• VoR61

    I agree on both counts (CPU overheating and “hard to believe”). In my IT experience, laptops shut down. For a keyboard to become so hot that fingertips are “burnt” (the OPs word) would be highly unusual indeed.

  • emanon256

    I’m curious what Carver will say too. I did find that under Texas Law, one of the definitions of theft is:

    “To withhold property from the owner permanently or for so extended a period of time that a major portion of the value or enjoyment of the property is lost to the owner.”

    But good point, I think they still need intent, and there is no apparent intent. It just bothers me that they took it, and simply won’t return it. Just giver her the existing laptop back.

  • Raven_Altosk

    Dell sent a box for the woman to send her computer back, despite the warranty being out of date. That’s why I believe the story. They took possession of the computer and now are doing the Texas Two Step. Sounds to me like they lost it.

    Hence why I said “send the lady a replacement already.”

  • Stereoknob

    It would be great if you could charge companies for keeping your laptop this long ala rental car companies “loss of use” fee. What if he is now delayed on his taxes and incurs a penalty or some other scenario. Two months is a long time to have your machine missing… plus all of the data on there.

  • Joe Farrell

    Did Dell promise the guy a new computer? Who knows – where is the tape? All the calls are recorded. Sue the company and send a document production request for the tape. Then we’ll know.

    ‘Something’ happened because Dell sent him a box. Dell does not send people free computer boxes and a Fedex label just because they ask. Why did they do that? What spurred them on to provide this service for a 5 year old laptop? Thats the question. Answer it and everything is explained. They’ll send you a box and a label if you pay them for it – or if its a warranty repair. Absent that – no freebies.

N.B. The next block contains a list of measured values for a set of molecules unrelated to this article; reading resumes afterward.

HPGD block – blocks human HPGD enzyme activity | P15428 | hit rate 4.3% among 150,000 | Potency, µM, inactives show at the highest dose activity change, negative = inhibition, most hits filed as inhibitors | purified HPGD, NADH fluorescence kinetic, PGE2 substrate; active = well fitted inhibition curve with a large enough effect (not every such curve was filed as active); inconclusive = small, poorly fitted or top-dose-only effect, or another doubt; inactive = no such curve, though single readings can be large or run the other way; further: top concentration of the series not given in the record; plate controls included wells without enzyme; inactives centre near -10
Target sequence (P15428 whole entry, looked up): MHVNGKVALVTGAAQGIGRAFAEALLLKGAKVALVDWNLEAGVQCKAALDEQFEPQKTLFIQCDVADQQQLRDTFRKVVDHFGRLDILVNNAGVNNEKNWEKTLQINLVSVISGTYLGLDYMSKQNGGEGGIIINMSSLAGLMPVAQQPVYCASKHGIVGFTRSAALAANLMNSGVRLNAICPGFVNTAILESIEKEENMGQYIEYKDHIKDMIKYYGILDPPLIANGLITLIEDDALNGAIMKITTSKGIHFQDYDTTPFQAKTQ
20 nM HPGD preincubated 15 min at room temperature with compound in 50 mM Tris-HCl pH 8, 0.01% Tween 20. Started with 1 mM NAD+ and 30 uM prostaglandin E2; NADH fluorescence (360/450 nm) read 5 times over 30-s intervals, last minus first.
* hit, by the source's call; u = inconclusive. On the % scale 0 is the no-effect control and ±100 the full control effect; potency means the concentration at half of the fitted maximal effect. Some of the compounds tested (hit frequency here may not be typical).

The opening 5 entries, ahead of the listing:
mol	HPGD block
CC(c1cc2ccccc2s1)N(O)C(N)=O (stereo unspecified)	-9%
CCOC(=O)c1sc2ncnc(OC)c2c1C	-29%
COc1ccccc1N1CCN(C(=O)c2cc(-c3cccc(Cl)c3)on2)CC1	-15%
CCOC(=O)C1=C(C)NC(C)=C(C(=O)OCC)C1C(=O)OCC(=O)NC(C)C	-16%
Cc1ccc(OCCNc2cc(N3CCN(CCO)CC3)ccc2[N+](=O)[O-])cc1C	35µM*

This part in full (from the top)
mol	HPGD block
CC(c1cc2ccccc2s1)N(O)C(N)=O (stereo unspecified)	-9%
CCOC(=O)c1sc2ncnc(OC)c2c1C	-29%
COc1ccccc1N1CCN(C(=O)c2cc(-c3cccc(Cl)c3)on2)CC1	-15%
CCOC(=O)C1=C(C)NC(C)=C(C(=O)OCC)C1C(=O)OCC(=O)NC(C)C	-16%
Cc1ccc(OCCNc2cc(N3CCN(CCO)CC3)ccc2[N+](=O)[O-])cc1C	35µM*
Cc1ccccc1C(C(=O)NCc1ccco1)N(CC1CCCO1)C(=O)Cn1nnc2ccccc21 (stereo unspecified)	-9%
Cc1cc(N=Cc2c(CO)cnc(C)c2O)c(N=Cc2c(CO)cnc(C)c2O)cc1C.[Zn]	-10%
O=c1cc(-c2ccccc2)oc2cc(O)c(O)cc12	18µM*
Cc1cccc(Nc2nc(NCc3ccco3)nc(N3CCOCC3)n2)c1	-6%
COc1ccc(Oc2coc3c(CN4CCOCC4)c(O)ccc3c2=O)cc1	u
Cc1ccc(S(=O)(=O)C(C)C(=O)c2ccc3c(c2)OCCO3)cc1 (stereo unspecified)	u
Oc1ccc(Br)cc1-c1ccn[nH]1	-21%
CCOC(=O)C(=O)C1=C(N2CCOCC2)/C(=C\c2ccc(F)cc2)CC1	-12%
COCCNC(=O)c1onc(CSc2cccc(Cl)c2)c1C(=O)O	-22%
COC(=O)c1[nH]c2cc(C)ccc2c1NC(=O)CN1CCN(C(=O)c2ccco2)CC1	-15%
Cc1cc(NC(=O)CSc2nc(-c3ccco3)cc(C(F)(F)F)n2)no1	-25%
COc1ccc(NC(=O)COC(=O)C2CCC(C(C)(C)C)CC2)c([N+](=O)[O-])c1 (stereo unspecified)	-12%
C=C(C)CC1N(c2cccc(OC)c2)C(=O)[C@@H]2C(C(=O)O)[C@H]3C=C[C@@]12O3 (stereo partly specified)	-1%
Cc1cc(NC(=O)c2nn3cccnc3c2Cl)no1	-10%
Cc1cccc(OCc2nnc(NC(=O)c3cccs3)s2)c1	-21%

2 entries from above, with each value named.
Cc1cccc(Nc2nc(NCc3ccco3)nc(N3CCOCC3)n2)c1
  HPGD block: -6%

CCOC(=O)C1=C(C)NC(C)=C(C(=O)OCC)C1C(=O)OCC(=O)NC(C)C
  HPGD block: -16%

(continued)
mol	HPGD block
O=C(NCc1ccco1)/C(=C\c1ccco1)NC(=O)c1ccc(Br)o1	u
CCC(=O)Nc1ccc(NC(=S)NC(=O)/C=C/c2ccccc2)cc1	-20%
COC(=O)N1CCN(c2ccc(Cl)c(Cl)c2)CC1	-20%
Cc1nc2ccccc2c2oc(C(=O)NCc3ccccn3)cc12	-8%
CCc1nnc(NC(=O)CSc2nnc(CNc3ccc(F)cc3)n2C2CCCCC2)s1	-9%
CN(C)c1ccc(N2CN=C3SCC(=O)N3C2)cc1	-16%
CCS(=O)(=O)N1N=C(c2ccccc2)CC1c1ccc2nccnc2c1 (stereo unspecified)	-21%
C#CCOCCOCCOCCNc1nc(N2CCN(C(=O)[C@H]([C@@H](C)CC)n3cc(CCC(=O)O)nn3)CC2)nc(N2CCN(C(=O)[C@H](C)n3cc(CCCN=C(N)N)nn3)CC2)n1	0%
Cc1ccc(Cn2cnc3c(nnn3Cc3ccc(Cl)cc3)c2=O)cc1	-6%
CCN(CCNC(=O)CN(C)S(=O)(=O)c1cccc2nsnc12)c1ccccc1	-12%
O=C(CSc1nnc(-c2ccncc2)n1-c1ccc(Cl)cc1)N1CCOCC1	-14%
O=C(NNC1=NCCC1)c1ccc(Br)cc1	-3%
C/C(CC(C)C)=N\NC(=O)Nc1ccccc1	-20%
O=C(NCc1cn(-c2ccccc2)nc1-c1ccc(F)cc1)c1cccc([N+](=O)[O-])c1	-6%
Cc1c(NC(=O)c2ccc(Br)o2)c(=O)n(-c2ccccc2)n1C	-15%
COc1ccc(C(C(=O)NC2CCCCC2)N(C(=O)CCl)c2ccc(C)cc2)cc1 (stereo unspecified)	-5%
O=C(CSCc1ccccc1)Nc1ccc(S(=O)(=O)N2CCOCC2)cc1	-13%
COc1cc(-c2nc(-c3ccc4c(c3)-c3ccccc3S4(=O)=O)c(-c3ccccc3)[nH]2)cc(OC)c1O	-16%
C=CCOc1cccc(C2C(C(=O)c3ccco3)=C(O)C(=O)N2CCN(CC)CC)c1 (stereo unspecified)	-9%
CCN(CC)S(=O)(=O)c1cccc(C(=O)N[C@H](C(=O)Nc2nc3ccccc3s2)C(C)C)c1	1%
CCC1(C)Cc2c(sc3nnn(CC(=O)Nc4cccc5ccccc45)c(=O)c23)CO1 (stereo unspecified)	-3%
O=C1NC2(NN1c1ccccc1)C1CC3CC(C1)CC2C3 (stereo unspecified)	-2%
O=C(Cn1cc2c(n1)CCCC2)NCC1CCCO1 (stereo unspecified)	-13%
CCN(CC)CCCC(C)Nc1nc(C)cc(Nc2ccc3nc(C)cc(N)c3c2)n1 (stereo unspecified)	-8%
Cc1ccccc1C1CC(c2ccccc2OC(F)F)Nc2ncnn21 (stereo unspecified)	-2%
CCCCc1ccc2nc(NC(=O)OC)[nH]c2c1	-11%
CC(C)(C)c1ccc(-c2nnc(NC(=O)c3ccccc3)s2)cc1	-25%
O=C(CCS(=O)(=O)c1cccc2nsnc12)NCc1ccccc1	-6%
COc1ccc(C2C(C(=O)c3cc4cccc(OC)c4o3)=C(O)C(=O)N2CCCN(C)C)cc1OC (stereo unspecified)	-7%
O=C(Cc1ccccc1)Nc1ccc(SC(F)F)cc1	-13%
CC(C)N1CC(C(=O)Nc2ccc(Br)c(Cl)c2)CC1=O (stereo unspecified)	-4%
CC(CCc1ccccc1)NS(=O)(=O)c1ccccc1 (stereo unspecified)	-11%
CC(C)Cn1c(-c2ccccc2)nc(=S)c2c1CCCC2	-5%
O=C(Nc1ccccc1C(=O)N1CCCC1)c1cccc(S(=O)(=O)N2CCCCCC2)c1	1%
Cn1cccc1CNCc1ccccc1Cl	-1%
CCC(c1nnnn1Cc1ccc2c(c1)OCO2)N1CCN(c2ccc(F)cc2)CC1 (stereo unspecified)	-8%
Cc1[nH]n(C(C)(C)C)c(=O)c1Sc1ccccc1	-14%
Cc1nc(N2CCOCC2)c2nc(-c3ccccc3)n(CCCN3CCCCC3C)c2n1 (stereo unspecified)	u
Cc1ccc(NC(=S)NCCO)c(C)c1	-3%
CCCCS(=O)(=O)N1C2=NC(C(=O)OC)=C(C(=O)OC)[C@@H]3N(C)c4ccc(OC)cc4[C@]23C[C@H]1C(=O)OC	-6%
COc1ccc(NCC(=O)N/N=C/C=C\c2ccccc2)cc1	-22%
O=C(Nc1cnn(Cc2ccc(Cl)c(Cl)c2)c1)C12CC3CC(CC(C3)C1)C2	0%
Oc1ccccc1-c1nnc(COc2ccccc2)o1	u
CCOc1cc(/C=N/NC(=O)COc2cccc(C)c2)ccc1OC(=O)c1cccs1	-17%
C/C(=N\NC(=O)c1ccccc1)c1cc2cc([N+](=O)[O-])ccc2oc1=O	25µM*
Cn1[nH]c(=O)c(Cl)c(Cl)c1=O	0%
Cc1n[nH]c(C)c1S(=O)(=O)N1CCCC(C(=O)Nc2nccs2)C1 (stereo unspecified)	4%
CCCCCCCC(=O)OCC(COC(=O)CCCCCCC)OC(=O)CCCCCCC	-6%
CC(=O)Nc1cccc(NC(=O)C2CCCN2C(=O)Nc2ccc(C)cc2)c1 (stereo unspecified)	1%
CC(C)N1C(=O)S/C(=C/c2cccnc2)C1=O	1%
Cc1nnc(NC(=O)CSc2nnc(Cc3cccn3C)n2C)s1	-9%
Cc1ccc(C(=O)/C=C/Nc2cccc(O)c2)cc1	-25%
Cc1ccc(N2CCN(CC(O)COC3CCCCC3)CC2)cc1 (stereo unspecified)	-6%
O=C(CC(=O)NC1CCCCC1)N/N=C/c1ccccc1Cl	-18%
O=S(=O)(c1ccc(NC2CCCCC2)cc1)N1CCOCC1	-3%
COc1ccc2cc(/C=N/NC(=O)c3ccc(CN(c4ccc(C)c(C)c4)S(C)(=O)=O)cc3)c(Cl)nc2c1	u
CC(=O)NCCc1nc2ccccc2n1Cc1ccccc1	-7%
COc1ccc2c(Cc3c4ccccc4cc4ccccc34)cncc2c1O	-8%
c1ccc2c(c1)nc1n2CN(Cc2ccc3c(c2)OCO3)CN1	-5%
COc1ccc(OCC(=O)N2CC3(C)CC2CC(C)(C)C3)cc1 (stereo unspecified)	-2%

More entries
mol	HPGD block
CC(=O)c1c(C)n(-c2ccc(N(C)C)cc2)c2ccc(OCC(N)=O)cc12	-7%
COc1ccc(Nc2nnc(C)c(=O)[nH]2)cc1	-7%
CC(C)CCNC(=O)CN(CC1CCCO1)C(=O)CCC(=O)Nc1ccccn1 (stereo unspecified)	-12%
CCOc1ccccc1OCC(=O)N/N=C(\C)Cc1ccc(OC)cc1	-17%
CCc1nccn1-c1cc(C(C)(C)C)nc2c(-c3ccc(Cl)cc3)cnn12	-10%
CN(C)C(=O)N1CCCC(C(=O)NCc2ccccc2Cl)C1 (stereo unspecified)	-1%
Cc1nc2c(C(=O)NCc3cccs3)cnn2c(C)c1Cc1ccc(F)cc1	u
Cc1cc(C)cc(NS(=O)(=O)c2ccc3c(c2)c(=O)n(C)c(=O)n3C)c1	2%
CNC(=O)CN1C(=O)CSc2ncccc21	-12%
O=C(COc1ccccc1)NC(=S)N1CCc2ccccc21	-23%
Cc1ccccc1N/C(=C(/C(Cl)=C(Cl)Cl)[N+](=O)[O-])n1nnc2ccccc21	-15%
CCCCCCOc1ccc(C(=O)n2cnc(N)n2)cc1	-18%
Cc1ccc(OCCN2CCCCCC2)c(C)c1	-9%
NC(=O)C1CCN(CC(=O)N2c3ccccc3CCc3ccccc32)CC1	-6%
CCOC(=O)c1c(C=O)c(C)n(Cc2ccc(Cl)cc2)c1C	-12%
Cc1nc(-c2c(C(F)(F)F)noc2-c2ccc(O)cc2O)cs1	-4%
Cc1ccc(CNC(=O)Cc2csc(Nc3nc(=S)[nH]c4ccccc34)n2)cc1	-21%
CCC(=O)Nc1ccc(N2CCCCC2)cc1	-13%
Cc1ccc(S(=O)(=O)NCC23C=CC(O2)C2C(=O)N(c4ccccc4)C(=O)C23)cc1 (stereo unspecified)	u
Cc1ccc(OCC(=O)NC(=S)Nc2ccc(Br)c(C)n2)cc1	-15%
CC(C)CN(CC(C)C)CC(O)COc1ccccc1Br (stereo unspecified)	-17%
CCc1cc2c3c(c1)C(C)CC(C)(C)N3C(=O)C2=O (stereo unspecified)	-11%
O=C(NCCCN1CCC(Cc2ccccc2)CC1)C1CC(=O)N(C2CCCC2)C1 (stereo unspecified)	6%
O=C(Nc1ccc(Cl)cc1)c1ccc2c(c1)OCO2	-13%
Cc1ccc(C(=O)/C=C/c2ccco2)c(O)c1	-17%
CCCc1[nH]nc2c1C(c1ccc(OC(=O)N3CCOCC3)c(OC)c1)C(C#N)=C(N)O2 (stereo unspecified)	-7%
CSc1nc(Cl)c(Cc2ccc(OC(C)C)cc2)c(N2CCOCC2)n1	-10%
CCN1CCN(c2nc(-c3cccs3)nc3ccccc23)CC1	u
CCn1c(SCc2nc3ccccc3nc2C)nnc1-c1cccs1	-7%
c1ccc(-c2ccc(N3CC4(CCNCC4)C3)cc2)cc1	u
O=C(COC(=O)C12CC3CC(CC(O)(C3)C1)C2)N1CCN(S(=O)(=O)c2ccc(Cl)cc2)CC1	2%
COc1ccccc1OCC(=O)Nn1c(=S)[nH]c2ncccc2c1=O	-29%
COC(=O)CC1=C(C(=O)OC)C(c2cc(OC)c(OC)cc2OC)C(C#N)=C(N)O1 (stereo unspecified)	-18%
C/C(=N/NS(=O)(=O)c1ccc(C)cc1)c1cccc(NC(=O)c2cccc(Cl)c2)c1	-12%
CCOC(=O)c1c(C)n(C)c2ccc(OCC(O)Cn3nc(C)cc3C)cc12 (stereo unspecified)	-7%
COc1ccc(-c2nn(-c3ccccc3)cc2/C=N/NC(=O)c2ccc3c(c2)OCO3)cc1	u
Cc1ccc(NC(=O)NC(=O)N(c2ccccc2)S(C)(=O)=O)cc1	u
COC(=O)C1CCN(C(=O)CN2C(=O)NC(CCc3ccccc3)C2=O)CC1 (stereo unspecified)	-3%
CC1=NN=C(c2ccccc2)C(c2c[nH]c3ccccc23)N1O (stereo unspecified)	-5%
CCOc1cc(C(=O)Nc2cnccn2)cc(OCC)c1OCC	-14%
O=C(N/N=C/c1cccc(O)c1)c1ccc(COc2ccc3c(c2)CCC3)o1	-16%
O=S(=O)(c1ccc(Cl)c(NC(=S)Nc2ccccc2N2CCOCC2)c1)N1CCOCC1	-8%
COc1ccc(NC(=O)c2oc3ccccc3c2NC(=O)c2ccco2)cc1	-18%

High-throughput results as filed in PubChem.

Moving on, they apparently asked him to send in the computer. [see comment re: free box]. He did. He hasa claim for its return, or absent that, for its fair market value. That FMV is not only the hardware but the value of the software on it – such as a paid for Office suite, and anything else that may need to be purchased again. If he is required to buy new versions of the software, whose fault is that again? Dell for retaining the computer – it was working even if it was running hot –

    And a doctors note? What do they care about a Doctors note? This sounds like a fact made up by a person who made up a story that their laptop was running warm – there is no claim of personal injury here – how do you burn your fingers? It got that hot that fast?

    There are alot of suspicious facts here – but – once we know why Dell sent the computer box then we will know whats up with the story.

  • Justin

    Sending a box proves squat outide the fact either the lady wanted the pc repaired for a fee or Dell offered a courtesy repair.

    Dell has a responsibility to return the computer (at fault). There might be an issue of outstanding payment to why the pc hasn’t been returned. Just a thought.

  • Justin

    Agreed. Return the laptop, assuming no debt is owed on repair. A little birdie asks did the woman ship back the computer and is now upset that no problems were found. Thus not wanting to pay.

    Might have been a courtesy repair and Dell lost laptop, too. We don’t know the situation without proof or emails.

  • Fishplate

    If there’s no intent, there’s still a question of negligence…for which the remedy is to return the OP’s property, or a suitable replacement. Surely there’s a refurbished laptop somewhere at Dell.

  • Justin

    The whole story sounds awry. Yes, there were instances of Dell’s catching fire. Unless the OP has a video of the keys melting or pc bursting into flames, I remain skeptical.

  • Bill___A

    This is pretty odd. The keyboard should be damaged if it got hot. Furthermore, a realistic problem should show up before five years is up. For the record, Dell’s longest warranties are longer than four years. I buy five year warranties on my laptops, and I have seen maintenance extended even beyond that on network equipment.
    In any case, at five years, if the computer malfunctions, it should be replaced by the user. I don’t know how Dell got caught up in this in the first place. They should return the computer.

  • VoR61

    That works for desktops, but this is a laptop ..

  • Carver Clark Farrow

    Fair questions.

    In order